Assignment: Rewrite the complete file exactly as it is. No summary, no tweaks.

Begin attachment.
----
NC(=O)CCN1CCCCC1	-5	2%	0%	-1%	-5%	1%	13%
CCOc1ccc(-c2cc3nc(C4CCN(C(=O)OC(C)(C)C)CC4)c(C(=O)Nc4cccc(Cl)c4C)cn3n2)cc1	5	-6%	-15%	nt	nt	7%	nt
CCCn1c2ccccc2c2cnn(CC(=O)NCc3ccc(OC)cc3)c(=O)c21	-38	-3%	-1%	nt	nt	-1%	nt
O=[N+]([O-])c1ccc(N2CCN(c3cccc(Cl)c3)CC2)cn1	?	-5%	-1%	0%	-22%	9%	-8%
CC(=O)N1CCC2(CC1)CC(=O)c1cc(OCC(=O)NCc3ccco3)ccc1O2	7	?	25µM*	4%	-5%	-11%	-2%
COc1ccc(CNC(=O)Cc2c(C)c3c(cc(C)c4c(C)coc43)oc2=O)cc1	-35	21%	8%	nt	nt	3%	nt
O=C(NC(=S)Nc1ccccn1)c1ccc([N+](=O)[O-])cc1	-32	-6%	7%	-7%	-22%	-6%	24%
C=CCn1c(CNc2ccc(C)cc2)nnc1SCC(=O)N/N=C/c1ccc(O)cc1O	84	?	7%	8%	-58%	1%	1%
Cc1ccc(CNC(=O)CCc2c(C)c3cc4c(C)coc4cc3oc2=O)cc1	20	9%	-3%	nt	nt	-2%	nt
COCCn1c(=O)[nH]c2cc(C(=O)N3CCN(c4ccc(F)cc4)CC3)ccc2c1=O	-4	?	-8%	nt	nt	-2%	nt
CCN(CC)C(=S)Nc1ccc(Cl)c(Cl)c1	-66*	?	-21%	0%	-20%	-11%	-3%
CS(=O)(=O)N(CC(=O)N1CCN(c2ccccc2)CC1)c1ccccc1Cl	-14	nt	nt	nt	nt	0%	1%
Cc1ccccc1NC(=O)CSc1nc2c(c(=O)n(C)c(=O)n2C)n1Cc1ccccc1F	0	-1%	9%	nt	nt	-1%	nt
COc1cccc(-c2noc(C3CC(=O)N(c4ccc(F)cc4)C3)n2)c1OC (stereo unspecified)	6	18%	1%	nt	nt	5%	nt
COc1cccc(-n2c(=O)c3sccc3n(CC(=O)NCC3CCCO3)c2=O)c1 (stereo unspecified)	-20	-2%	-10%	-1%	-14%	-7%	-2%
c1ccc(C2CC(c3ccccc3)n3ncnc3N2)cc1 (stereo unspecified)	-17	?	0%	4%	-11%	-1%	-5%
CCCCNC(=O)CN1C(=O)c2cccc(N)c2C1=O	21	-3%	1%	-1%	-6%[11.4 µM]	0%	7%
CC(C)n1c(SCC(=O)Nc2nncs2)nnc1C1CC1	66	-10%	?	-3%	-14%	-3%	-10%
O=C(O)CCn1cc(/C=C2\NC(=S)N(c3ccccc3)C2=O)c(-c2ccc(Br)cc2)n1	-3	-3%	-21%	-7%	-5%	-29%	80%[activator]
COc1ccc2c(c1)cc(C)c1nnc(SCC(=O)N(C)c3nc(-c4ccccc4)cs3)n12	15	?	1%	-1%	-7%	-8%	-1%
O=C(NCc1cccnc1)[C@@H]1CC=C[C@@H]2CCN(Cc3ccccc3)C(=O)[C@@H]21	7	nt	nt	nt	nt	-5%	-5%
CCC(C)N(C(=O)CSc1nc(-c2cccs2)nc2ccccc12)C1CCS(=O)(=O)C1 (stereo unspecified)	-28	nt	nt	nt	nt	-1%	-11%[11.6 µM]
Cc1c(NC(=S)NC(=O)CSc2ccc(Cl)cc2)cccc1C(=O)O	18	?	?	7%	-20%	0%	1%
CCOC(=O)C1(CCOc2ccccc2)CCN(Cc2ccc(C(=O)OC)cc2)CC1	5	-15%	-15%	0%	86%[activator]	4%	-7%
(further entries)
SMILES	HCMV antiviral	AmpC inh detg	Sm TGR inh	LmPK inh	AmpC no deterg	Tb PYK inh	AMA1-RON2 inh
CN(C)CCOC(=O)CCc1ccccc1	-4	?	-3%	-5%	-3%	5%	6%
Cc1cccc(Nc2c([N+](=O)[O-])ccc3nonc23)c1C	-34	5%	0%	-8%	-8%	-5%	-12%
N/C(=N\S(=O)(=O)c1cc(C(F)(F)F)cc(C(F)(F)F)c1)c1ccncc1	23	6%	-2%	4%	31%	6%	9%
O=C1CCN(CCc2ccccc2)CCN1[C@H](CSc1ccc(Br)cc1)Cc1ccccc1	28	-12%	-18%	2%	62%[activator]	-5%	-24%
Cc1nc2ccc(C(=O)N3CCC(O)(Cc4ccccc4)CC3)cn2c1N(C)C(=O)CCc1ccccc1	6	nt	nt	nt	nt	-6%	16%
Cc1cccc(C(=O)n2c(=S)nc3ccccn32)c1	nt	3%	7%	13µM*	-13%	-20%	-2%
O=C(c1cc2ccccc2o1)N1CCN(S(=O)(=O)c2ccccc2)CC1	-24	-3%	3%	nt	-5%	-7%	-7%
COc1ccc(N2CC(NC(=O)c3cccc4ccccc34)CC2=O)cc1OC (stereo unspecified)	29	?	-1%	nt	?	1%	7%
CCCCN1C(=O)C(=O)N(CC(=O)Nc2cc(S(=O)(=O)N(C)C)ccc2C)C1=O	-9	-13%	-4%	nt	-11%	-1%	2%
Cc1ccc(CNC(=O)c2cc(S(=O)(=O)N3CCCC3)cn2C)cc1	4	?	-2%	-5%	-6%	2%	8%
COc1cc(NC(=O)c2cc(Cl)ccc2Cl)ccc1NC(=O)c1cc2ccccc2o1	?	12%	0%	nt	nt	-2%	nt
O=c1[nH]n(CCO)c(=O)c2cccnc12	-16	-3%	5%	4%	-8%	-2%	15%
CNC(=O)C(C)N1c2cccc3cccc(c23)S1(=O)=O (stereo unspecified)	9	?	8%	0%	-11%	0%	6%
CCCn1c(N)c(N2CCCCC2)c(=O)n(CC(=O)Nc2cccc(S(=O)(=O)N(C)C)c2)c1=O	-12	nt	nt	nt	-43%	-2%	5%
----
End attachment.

NC(=O)CCN1CCCCC1	-5	2%	0%	-1%	-5%	1%	13%
CCOc1ccc(-c2cc3nc(C4CCN(C(=O)OC(C)(C)C)CC4)c(C(=O)Nc4cccc(Cl)c4C)cn3n2)cc1	5	-6%	-15%	nt	nt	7%	nt
CCCn1c2ccccc2c2cnn(CC(=O)NCc3ccc(OC)cc3)c(=O)c21	-38	-3%	-1%	nt	nt	-1%	nt
O=[N+]([O-])c1ccc(N2CCN(c3cccc(Cl)c3)CC2)cn1	?	-5%	-1%	0%	-22%	9%	-8%
CC(=O)N1CCC2(CC1)CC(=O)c1cc(OCC(=O)NCc3ccco3)ccc1O2	7	?	25µM*	4%	-5%	-11%	-2%
COc1ccc(CNC(=O)Cc2c(C)c3c(cc(C)c4c(C)coc43)oc2=O)cc1	-35	21%	8%	nt	nt	3%	nt
O=C(NC(=S)Nc1ccccn1)c1ccc([N+](=O)[O-])cc1	-32	-6%	7%	-7%	-22%	-6%	24%
C=CCn1c(CNc2ccc(C)cc2)nnc1SCC(=O)N/N=C/c1ccc(O)cc1O	84	?	7%	8%	-58%	1%	1%
Cc1ccc(CNC(=O)CCc2c(C)c3cc4c(C)coc4cc3oc2=O)cc1	20	9%	-3%	nt	nt	-2%	nt
COCCn1c(=O)[nH]c2cc(C(=O)N3CCN(c4ccc(F)cc4)CC3)ccc2c1=O	-4	?	-8%	nt	nt	-2%	nt
CCN(CC)C(=S)Nc1ccc(Cl)c(Cl)c1	-66*	?	-21%	0%	-20%	-11%	-3%
CS(=O)(=O)N(CC(=O)N1CCN(c2ccccc2)CC1)c1ccccc1Cl	-14	nt	nt	nt	nt	0%	1%
Cc1ccccc1NC(=O)CSc1nc2c(c(=O)n(C)c(=O)n2C)n1Cc1ccccc1F	0	-1%	9%	nt	nt	-1%	nt
COc1cccc(-c2noc(C3CC(=O)N(c4ccc(F)cc4)C3)n2)c1OC (stereo unspecified)	6	18%	1%	nt	nt	5%	nt
COc1cccc(-n2c(=O)c3sccc3n(CC(=O)NCC3CCCO3)c2=O)c1 (stereo unspecified)	-20	-2%	-10%	-1%	-14%	-7%	-2%
c1ccc(C2CC(c3ccccc3)n3ncnc3N2)cc1 (stereo unspecified)	-17	?	0%	4%	-11%	-1%	-5%
CCCCNC(=O)CN1C(=O)c2cccc(N)c2C1=O	21	-3%	1%	-1%	-6%[11.4 µM]	0%	7%
CC(C)n1c(SCC(=O)Nc2nncs2)nnc1C1CC1	66	-10%	?	-3%	-14%	-3%	-10%
O=C(O)CCn1cc(/C=C2\NC(=S)N(c3ccccc3)C2=O)c(-c2ccc(Br)cc2)n1	-3	-3%	-21%	-7%	-5%	-29%	80%[activator]
COc1ccc2c(c1)cc(C)c1nnc(SCC(=O)N(C)c3nc(-c4ccccc4)cs3)n12	15	?	1%	-1%	-7%	-8%	-1%
O=C(NCc1cccnc1)[C@@H]1CC=C[C@@H]2CCN(Cc3ccccc3)C(=O)[C@@H]21	7	nt	nt	nt	nt	-5%	-5%
CCC(C)N(C(=O)CSc1nc(-c2cccs2)nc2ccccc12)C1CCS(=O)(=O)C1 (stereo unspecified)	-28	nt	nt	nt	nt	-1%	-11%[11.6 µM]
Cc1c(NC(=S)NC(=O)CSc2ccc(Cl)cc2)cccc1C(=O)O	18	?	?	7%	-20%	0%	1%
CCOC(=O)C1(CCOc2ccccc2)CCN(Cc2ccc(C(=O)OC)cc2)CC1	5	-15%	-15%	0%	86%[activator]	4%	-7%
(further entries)
SMILES	HCMV antiviral	AmpC inh detg	Sm TGR inh	LmPK inh	AmpC no deterg	Tb PYK inh	AMA1-RON2 inh
CN(C)CCOC(=O)CCc1ccccc1	-4	?	-3%	-5%	-3%	5%	6%
Cc1cccc(Nc2c([N+](=O)[O-])ccc3nonc23)c1C	-34	5%	0%	-8%	-8%	-5%	-12%
N/C(=N\S(=O)(=O)c1cc(C(F)(F)F)cc(C(F)(F)F)c1)c1ccncc1	23	6%	-2%	4%	31%	6%	9%
O=C1CCN(CCc2ccccc2)CCN1[C@H](CSc1ccc(Br)cc1)Cc1ccccc1	28	-12%	-18%	2%	62%[activator]	-5%	-24%
Cc1nc2ccc(C(=O)N3CCC(O)(Cc4ccccc4)CC3)cn2c1N(C)C(=O)CCc1ccccc1	6	nt	nt	nt	nt	-6%	16%
Cc1cccc(C(=O)n2c(=S)nc3ccccn32)c1	nt	3%	7%	13µM*	-13%	-20%	-2%
O=C(c1cc2ccccc2o1)N1CCN(S(=O)(=O)c2ccccc2)CC1	-24	-3%	3%	nt	-5%	-7%	-7%
COc1ccc(N2CC(NC(=O)c3cccc4ccccc34)CC2=O)cc1OC (stereo unspecified)	29	?	-1%	nt	?	1%	7%
CCCCN1C(=O)C(=O)N(CC(=O)Nc2cc(S(=O)(=O)N(C)C)ccc2C)C1=O	-9	-13%	-4%	nt	-11%	-1%	2%
Cc1ccc(CNC(=O)c2cc(S(=O)(=O)N3CCCC3)cn2C)cc1	4	?	-2%	-5%	-6%	2%	8%
COc1cc(NC(=O)c2cc(Cl)ccc2Cl)ccc1NC(=O)c1cc2ccccc2o1	?	12%	0%	nt	nt	-2%	nt
O=c1[nH]n(CCO)c(=O)c2cccnc12	-16	-3%	5%	4%	-8%	-2%	15%
CNC(=O)C(C)N1c2cccc3cccc(c23)S1(=O)=O (stereo unspecified)	9	?	8%	0%	-11%	0%	6%
CCCn1c(N)c(N2CCCCC2)c(=O)n(CC(=O)Nc2cccc(S(=O)(=O)N(C)C)c2)c1=O	-12	nt	nt	nt	-43%	-2%	5%